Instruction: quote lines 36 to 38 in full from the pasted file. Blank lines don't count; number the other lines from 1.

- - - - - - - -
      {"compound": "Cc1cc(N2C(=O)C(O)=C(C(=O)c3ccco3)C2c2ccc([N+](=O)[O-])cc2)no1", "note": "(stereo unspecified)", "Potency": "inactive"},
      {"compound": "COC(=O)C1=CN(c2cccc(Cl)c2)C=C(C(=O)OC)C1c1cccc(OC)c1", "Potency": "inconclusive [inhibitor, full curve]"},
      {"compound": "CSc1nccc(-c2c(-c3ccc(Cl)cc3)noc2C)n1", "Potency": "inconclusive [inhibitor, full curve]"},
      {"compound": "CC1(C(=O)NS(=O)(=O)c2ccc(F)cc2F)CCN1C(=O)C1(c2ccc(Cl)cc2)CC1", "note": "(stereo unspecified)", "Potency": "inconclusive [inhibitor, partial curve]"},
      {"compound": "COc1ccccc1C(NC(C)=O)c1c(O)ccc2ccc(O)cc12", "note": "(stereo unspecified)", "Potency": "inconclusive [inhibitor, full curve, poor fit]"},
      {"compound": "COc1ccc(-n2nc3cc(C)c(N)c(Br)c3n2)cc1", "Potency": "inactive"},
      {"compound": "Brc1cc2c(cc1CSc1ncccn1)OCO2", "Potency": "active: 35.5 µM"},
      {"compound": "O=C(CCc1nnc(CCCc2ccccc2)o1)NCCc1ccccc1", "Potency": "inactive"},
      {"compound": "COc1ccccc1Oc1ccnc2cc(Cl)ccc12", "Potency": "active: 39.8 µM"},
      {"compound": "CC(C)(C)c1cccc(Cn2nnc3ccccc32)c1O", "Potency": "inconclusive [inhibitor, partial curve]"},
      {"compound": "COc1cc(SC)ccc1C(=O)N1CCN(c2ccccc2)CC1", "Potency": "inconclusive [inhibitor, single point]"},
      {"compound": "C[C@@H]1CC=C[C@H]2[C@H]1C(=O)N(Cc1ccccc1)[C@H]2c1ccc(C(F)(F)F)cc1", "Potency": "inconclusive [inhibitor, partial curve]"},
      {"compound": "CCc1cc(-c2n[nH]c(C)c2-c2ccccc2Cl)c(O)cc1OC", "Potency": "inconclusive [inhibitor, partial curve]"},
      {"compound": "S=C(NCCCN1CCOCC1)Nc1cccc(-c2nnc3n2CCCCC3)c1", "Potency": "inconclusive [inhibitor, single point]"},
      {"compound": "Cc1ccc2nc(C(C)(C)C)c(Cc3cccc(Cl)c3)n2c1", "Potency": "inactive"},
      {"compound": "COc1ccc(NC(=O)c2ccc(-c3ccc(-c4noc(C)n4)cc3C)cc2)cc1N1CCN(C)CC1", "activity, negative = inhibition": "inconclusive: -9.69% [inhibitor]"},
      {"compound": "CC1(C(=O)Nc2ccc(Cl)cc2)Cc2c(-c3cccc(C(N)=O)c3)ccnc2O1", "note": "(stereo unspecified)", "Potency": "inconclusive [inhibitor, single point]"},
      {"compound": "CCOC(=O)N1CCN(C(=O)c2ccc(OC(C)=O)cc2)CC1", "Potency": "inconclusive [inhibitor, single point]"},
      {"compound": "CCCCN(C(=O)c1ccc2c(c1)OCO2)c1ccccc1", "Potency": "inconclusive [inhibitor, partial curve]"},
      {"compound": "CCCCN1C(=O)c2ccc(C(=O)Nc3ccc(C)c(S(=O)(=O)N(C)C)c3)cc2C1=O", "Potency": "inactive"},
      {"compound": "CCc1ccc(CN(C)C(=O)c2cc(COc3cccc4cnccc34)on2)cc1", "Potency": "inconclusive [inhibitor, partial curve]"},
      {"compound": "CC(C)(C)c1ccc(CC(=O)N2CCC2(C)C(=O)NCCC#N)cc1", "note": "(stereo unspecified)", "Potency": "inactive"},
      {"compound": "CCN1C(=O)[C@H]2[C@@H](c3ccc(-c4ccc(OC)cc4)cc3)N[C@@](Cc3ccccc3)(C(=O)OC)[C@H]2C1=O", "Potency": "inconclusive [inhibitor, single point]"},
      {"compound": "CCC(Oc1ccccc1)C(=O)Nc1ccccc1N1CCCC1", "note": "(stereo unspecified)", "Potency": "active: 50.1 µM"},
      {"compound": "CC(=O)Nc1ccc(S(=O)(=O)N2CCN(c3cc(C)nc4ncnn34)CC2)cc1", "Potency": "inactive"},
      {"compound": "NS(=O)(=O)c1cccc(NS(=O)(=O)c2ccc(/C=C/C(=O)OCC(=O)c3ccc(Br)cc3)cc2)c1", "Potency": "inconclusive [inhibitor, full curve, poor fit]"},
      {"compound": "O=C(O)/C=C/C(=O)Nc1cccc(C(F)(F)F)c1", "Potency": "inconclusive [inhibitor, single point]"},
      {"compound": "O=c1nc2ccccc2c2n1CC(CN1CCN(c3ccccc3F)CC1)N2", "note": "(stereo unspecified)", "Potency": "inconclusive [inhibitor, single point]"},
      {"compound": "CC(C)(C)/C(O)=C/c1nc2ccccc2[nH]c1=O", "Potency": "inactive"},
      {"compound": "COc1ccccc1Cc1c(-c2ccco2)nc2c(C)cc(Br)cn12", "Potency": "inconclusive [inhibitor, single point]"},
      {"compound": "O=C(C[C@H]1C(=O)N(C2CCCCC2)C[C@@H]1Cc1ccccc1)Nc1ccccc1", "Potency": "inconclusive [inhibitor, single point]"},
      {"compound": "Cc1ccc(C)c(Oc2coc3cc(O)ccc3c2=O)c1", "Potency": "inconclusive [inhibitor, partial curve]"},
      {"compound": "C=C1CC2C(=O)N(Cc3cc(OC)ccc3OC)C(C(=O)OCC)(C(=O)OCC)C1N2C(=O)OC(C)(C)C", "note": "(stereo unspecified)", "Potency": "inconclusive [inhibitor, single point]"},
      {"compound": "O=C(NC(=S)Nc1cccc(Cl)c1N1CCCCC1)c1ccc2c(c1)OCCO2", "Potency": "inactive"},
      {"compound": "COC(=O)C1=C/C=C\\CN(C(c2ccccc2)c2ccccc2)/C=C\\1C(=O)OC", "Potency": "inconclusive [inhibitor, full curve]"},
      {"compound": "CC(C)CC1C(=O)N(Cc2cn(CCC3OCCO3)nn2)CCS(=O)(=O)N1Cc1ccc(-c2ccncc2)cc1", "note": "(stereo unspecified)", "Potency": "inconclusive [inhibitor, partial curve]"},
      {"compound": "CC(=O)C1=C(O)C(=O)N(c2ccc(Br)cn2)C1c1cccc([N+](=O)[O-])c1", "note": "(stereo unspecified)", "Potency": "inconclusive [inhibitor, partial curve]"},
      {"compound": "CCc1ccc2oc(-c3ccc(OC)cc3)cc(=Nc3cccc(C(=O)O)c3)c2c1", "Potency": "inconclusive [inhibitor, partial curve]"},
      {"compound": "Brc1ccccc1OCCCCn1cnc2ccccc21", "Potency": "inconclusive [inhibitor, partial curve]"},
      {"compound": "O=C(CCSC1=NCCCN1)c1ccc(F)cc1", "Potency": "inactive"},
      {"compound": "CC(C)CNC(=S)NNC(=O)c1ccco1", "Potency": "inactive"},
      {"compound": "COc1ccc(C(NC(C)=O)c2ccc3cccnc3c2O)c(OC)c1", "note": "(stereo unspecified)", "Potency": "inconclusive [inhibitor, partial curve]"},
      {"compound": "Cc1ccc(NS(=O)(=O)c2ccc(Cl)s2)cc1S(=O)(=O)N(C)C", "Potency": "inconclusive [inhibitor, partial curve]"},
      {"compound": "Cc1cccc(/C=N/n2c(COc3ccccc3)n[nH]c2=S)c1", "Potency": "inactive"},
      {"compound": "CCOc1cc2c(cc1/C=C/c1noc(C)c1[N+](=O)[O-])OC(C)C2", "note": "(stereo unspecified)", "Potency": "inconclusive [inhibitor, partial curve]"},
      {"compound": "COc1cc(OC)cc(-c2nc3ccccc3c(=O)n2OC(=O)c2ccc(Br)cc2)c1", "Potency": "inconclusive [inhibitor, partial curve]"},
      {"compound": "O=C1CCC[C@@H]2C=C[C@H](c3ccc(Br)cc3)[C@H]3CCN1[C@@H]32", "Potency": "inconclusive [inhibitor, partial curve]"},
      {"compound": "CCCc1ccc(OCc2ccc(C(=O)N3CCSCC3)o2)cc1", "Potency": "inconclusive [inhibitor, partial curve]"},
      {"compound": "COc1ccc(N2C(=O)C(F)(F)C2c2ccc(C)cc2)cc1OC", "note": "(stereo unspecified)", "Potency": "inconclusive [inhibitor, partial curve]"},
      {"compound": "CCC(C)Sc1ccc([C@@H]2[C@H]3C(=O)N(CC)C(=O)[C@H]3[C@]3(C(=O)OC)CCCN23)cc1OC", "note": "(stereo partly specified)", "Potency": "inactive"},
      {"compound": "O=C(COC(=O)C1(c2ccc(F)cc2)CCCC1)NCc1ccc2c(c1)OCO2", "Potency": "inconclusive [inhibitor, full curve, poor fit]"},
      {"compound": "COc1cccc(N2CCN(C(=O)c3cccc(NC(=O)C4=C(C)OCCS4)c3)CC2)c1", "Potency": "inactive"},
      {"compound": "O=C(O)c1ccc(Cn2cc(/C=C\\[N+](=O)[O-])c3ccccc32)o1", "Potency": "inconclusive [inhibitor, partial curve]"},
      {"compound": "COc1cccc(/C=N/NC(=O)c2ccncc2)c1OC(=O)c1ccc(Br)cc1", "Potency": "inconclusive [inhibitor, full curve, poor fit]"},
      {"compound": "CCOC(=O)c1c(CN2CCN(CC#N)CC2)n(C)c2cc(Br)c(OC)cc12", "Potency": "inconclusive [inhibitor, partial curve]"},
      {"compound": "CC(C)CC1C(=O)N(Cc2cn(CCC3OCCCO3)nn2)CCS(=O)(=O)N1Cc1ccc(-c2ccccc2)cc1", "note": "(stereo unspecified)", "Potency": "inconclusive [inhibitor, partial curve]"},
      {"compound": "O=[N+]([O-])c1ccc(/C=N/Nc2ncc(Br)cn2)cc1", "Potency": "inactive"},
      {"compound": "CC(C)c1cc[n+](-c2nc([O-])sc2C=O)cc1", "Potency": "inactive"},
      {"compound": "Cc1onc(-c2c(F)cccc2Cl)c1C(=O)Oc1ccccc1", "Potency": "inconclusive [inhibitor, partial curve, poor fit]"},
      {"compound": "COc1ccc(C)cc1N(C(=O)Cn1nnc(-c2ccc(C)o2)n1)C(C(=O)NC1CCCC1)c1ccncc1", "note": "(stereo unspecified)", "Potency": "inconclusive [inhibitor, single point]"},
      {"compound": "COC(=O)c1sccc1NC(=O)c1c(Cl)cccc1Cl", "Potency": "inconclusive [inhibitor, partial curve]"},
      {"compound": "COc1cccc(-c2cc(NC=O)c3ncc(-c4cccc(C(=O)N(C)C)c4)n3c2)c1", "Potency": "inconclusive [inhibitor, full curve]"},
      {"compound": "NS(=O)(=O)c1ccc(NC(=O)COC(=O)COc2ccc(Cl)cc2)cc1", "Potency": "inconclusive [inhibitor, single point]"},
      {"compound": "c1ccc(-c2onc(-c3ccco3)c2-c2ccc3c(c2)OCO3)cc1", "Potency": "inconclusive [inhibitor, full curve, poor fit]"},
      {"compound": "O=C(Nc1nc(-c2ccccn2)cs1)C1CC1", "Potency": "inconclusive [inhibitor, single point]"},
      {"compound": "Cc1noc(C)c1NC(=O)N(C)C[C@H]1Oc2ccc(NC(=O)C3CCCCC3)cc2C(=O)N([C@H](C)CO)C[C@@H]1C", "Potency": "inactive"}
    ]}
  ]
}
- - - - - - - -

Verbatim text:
      {"compound": "CC(C)CC1C(=O)N(Cc2cn(CCC3OCCO3)nn2)CCS(=O)(=O)N1Cc1ccc(-c2ccncc2)cc1", "note": "(stereo unspecified)", "Potency": "inconclusive [inhibitor, partial curve]"},
      {"compound": "CC(=O)C1=C(O)C(=O)N(c2ccc(Br)cn2)C1c1cccc([N+](=O)[O-])c1", "note": "(stereo unspecified)", "Potency": "inconclusive [inhibitor, partial curve]"},
      {"compound": "CCc1ccc2oc(-c3ccc(OC)cc3)cc(=Nc3cccc(C(=O)O)c3)c2c1", "Potency": "inconclusive [inhibitor, partial curve]"},